A Mesa family is worried they might be forced to front the roughly $30,000 in repairs to their home following a water main break involving a city pipeline near Broadway Road and Horne.
"She sent me a couple of pictures and it's overwhelming," said Stormy Proffitt, the homeowner's daughter.
Proffitt said she was flooded with text messages from her mother on December 19 to let her know about the destructive situation.
"It flooded an entire third of an acre," Proffitt explained. "And it was four inches of standing water inside of her home."
ABC15 was able to walk through the home. The destruction is impossible to miss, along with the smell of sitting sewer water and mold. The place has to be completely gutted.
"She [her mother] worked hard to pay off this house," said Proffitt. "She paid it off in five years and now it got all ripped away from her in 20 minutes."
Proffitt's mother had nothing to do with her home being ruined. The blame comes from a fire hydrant belonging to the City of Mesa just over their property line. A pipe busted there a couple days before the Christmas holiday.
Proffitt said the city admitted to the family the break was their fault. But, per city policy, the family has to front the costs of all the repairs before they would reimburse them. Right now, the basic estimate of the damage is right around $30,000.
"She doesn't have that kind of money lying around," said Proffitt. "Who does? No middle-class family or lower-class family does."
In an email to ABC15, the city said, "It is standard practice for individuals to submit claims to the City, and the City investigates and reimburses reasonable expenses. When appropriate, the City may reimburse interim expenses during the clean-up. In this case, the City has paid for the family's lodging at an extended stay hotel during the cleanup."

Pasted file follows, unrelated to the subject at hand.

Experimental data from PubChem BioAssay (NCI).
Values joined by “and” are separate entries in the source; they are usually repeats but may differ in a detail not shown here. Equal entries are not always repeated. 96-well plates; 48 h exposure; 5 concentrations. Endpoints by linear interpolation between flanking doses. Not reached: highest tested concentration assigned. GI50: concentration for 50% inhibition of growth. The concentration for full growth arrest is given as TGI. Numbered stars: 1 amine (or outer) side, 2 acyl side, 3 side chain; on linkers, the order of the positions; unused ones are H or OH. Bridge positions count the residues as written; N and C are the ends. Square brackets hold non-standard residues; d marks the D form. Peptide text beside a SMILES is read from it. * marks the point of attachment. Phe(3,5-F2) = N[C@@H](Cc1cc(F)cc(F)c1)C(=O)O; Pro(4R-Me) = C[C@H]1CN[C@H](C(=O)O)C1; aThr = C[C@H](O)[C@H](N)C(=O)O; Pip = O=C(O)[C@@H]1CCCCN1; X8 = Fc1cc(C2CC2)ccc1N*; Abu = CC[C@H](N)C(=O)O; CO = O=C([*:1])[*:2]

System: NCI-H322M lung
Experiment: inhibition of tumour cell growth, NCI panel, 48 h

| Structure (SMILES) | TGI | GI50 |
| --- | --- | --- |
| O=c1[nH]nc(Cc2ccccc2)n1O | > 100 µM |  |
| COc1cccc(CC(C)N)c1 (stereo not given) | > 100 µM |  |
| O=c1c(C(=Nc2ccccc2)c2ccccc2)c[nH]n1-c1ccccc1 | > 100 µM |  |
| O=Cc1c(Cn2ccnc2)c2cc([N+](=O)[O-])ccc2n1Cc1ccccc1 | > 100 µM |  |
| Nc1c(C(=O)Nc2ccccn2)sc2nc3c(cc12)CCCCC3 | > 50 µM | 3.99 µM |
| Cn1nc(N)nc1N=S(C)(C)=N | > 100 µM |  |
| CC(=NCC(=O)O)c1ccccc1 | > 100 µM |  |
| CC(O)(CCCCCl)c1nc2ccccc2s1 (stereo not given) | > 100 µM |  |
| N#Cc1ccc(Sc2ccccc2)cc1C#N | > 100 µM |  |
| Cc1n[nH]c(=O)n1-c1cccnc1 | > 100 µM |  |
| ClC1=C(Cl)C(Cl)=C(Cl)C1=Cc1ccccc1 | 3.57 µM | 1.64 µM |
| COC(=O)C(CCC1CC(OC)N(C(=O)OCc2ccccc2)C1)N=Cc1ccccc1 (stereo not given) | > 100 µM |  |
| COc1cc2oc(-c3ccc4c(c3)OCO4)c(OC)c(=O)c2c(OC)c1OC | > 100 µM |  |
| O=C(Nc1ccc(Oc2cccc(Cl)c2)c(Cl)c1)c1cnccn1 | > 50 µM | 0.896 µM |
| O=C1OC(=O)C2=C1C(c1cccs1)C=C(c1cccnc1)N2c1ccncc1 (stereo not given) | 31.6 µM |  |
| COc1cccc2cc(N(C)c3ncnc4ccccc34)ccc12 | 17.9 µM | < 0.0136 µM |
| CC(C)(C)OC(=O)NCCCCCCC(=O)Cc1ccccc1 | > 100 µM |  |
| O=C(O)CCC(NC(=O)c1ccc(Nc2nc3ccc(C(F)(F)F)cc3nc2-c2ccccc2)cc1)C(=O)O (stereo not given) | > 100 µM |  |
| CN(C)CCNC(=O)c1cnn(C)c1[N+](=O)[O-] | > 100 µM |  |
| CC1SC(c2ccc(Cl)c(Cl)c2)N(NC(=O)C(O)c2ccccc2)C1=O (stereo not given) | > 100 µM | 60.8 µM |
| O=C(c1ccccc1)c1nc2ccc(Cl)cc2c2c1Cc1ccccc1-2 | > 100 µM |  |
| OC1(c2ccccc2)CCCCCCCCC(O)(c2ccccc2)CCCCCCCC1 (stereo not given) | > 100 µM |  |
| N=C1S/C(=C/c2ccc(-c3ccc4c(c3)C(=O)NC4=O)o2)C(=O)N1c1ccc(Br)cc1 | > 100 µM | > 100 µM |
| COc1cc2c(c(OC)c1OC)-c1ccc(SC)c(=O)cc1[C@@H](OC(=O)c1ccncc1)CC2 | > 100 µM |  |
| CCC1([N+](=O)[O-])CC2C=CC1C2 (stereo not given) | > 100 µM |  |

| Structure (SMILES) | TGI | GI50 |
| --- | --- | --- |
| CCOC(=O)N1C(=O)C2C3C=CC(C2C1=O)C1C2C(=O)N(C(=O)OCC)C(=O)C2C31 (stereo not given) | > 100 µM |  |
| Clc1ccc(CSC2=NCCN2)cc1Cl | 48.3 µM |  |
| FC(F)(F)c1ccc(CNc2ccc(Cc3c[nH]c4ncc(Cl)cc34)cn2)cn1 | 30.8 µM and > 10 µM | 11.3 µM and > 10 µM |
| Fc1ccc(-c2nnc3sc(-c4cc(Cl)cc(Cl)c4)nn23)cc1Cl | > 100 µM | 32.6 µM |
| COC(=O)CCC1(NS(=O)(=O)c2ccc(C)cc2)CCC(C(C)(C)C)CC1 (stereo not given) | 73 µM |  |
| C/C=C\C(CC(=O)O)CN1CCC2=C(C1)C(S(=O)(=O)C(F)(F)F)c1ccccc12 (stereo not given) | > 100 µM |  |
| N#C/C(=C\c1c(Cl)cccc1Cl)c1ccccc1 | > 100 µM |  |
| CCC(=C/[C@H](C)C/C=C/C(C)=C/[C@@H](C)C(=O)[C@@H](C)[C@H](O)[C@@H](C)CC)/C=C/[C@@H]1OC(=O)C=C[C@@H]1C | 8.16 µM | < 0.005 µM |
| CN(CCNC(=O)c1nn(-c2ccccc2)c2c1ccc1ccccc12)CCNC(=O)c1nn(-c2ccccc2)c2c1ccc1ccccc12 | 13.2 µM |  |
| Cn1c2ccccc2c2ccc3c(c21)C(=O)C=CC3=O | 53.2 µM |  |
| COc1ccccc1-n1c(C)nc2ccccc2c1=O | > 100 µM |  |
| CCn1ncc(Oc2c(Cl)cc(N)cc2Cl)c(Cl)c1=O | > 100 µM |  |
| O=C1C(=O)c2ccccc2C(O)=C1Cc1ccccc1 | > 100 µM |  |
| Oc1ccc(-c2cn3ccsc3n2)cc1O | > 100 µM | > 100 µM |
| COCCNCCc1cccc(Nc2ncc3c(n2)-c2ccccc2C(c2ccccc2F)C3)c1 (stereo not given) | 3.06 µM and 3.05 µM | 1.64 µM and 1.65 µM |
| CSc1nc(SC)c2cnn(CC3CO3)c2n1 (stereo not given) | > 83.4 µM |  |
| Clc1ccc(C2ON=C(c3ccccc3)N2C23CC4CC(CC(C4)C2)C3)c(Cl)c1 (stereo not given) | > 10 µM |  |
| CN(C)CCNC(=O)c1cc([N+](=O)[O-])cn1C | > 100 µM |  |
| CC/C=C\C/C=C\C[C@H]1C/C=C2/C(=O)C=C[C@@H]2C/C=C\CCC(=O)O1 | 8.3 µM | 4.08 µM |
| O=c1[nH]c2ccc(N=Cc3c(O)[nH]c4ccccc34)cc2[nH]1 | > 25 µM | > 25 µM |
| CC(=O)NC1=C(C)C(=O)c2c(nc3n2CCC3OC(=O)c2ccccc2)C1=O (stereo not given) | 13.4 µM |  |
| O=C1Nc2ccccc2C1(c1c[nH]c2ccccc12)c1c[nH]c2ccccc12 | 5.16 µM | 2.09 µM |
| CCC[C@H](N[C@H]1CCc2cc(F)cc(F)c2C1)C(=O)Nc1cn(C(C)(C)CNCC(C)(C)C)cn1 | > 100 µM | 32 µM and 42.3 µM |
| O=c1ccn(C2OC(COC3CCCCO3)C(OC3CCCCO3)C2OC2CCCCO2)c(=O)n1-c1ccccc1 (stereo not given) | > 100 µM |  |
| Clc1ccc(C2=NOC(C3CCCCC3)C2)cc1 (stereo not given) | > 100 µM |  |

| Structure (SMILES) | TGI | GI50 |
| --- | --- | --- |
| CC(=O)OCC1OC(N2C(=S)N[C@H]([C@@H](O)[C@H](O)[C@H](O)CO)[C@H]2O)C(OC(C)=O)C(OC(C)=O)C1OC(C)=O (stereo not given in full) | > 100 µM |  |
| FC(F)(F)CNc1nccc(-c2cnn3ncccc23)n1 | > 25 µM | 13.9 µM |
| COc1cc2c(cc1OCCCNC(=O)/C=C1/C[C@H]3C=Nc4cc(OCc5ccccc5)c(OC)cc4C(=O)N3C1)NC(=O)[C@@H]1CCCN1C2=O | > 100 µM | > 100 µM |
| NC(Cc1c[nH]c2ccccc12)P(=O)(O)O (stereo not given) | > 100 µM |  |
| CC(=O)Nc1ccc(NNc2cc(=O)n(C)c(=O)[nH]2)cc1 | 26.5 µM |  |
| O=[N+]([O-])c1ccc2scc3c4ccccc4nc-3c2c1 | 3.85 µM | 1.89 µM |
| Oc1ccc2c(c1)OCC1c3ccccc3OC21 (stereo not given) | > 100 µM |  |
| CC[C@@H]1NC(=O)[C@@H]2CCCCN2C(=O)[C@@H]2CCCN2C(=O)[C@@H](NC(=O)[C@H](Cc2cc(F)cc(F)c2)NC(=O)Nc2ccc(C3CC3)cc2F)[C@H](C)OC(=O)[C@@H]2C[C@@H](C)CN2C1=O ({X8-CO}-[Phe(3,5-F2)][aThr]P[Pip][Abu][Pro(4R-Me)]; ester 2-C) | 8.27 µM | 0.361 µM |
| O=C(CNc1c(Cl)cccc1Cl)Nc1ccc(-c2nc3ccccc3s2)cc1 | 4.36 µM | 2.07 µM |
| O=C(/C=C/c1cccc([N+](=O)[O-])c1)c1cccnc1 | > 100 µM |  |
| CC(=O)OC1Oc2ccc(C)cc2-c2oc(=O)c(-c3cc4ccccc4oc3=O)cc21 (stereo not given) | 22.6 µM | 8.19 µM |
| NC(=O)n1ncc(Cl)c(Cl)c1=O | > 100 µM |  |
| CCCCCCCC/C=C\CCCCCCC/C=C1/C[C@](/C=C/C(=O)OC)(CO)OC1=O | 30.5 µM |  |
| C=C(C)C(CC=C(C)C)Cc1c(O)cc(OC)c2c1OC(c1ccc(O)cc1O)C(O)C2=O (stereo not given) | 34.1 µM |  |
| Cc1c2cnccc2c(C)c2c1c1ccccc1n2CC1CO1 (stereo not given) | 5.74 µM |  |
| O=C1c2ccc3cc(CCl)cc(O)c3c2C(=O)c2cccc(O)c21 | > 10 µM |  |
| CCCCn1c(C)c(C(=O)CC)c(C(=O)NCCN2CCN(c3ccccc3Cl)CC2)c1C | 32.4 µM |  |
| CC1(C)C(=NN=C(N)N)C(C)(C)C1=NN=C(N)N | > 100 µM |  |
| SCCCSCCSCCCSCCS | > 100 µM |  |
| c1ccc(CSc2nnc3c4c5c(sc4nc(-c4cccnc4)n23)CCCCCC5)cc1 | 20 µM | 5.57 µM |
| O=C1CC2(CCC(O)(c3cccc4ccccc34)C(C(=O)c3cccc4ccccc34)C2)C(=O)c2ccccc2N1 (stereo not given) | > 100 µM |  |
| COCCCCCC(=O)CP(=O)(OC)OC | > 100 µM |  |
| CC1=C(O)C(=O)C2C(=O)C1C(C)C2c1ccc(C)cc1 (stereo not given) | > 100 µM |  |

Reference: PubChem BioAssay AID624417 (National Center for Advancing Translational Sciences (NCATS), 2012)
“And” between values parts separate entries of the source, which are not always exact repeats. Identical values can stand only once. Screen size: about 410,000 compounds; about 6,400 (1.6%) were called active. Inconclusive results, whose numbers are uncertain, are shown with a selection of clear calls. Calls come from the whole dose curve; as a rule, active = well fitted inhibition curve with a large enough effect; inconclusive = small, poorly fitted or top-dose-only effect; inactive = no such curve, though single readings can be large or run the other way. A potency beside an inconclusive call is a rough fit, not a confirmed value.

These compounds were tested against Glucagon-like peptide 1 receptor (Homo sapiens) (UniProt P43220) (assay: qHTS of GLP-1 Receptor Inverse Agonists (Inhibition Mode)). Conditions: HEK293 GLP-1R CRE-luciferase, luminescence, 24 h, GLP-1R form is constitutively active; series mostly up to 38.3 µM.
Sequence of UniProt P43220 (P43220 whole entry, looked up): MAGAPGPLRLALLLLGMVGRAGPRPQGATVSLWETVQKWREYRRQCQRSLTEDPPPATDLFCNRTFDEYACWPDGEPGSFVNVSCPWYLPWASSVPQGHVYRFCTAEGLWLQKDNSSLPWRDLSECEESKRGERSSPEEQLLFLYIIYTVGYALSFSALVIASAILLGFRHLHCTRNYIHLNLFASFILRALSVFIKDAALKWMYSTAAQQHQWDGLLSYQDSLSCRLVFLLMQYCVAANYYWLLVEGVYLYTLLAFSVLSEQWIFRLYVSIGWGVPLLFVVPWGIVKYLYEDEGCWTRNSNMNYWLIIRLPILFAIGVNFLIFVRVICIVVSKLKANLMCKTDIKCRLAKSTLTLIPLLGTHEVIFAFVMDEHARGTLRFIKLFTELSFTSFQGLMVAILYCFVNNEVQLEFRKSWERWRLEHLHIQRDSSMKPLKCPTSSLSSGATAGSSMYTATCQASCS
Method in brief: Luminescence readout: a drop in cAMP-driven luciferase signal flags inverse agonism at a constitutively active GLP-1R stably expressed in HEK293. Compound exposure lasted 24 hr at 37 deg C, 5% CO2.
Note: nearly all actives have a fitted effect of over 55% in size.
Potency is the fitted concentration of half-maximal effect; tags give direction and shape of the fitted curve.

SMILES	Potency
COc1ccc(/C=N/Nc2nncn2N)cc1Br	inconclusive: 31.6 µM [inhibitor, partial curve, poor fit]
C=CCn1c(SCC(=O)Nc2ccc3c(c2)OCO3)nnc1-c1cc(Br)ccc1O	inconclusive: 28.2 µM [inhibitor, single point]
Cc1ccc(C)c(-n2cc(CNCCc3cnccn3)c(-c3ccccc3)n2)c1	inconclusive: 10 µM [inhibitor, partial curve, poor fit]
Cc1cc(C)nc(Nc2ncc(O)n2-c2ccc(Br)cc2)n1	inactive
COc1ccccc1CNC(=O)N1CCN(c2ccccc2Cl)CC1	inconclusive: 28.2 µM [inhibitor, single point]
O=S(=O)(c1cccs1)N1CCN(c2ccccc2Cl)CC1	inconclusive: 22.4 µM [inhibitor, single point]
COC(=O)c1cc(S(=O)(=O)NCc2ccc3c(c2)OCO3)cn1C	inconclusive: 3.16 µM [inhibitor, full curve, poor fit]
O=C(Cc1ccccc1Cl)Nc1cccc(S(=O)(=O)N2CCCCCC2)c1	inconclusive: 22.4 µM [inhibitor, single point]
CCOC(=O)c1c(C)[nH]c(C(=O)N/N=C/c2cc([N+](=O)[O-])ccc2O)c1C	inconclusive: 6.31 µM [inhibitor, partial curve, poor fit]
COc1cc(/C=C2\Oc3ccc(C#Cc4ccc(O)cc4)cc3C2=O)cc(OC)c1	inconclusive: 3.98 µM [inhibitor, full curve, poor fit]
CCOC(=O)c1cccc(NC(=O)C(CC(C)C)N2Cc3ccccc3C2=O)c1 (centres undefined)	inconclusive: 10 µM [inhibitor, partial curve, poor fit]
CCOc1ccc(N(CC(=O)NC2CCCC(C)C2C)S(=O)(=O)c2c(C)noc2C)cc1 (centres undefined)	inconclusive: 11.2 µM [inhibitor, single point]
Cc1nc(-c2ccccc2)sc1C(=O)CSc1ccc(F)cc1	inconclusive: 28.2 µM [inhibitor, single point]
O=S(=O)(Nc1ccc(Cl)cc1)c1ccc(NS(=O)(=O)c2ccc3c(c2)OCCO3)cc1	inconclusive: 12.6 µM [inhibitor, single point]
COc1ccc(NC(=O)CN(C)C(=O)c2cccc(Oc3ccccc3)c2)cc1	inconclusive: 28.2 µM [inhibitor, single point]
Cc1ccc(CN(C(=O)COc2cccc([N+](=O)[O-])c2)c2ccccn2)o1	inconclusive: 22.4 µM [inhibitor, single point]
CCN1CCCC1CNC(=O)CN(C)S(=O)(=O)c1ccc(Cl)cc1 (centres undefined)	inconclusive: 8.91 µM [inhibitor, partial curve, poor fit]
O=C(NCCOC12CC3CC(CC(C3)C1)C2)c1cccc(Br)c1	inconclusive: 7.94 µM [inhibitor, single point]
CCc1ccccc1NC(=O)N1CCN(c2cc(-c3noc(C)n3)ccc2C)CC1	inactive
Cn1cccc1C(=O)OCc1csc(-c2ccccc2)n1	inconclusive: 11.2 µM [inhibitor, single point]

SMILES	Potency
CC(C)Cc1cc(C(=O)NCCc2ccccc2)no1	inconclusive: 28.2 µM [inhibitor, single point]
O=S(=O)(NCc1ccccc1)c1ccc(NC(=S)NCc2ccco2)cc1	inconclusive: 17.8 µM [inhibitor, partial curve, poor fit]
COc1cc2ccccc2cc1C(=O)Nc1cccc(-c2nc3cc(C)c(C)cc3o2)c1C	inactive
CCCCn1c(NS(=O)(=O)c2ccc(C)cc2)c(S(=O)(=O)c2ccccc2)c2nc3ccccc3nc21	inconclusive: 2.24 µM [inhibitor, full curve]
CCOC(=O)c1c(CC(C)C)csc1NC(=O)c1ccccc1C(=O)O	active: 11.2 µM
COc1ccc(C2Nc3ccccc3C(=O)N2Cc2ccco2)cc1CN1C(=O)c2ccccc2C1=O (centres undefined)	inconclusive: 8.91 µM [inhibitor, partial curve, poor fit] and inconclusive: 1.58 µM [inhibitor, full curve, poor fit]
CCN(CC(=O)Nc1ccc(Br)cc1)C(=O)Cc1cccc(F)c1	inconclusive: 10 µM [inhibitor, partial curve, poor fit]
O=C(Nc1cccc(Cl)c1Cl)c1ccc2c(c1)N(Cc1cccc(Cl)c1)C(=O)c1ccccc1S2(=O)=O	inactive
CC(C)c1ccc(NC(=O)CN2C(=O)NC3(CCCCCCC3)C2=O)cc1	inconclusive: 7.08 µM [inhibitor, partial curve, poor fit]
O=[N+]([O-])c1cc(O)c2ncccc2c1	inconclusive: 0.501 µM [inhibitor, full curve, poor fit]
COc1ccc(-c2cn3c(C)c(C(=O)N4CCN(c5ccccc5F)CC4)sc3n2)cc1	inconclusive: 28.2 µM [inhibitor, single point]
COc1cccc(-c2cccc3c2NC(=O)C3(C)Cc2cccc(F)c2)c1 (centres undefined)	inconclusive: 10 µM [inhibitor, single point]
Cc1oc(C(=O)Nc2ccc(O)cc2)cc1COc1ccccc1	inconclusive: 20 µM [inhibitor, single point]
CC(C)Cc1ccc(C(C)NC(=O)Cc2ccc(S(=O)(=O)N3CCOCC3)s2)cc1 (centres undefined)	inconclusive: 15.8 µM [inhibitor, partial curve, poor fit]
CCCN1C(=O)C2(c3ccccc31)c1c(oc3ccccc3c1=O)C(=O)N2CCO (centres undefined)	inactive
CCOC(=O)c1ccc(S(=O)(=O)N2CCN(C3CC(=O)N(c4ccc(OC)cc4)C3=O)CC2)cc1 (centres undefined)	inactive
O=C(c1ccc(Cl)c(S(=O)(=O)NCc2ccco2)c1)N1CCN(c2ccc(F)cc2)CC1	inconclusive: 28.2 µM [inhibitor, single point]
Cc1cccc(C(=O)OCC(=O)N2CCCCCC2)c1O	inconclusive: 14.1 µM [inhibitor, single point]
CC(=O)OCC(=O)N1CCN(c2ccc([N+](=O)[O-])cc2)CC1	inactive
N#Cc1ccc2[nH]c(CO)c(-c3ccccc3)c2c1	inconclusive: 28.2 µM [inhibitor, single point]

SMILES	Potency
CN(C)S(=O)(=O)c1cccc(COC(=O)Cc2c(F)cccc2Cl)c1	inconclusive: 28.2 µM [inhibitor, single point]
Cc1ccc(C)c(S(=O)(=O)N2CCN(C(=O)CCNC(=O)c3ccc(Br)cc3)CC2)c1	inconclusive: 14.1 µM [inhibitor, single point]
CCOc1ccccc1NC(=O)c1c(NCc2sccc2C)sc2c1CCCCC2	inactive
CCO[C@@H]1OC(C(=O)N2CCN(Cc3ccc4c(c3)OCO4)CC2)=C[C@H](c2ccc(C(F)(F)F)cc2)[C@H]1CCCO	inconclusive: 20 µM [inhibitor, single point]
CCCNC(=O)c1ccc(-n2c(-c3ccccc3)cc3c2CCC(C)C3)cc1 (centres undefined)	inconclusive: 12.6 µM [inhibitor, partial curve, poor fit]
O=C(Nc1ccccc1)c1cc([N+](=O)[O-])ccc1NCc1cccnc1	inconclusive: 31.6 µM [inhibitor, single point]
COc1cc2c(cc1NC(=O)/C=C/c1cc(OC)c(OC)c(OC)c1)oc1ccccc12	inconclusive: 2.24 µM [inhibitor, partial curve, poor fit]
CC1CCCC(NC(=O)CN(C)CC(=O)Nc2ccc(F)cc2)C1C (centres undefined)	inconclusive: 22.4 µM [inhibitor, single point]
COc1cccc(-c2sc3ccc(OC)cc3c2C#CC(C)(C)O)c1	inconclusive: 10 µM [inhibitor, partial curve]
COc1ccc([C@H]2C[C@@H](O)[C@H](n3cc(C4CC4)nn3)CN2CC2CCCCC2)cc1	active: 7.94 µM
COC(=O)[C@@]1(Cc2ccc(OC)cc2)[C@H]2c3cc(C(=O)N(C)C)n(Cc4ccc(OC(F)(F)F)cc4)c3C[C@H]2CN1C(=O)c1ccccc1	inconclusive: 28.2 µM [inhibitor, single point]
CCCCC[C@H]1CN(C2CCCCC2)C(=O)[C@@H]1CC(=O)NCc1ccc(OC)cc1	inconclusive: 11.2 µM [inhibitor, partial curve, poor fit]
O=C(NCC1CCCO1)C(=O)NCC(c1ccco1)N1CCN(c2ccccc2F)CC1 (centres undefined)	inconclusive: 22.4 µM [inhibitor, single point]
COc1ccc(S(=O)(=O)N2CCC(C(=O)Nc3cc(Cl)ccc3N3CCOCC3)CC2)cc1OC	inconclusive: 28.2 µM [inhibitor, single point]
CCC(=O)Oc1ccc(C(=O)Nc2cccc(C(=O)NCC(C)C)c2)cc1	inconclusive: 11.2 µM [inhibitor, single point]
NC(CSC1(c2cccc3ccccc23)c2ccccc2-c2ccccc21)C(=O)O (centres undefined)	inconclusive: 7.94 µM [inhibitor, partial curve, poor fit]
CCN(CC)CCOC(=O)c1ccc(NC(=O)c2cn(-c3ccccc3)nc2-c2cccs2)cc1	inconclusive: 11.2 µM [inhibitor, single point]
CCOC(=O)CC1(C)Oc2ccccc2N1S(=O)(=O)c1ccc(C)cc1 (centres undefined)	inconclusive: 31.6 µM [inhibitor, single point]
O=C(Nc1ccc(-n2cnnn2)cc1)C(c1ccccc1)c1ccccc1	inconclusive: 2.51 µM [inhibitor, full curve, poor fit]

The family appreciates the reimbursement but wishes the policy was different.
On top of the repair money they have to front, they did not have flood coverage on their home insurance. So, they will most likely have to replace all of their personal property inside the home as well.
"It's not like in Houston where they have hurricanes," said Proffitt. "She's in the middle of the city in Mesa. You're not going to expect something like that to happen at all."
The City of Mesa is not alone in this policy. ABC15 checked in with the City of Phoenix.
In an email, a spokesperson wrote, "If a resident believes they have damage to their property from a water main break, they can file a claim through the City’s Finance Department/Risk Management. Once the claim is filed, a Claims Adjuster investigates the claim. Any reimbursement amount to the resident comes from the determination of the investigation."
The email went on to say, "It's similar to an insurance claim. The claims adjuster will either reimburse (post-investigation) if repairs have already been made or pay the resident a dollar amount to make those repairs."
In the last fiscal year, the City of Phoenix said they have paid roughly $33,000 to homeowners who were in similar situations.
As for this Mesa family, they have started a GoFundMe page to help cover the costs they will not recover.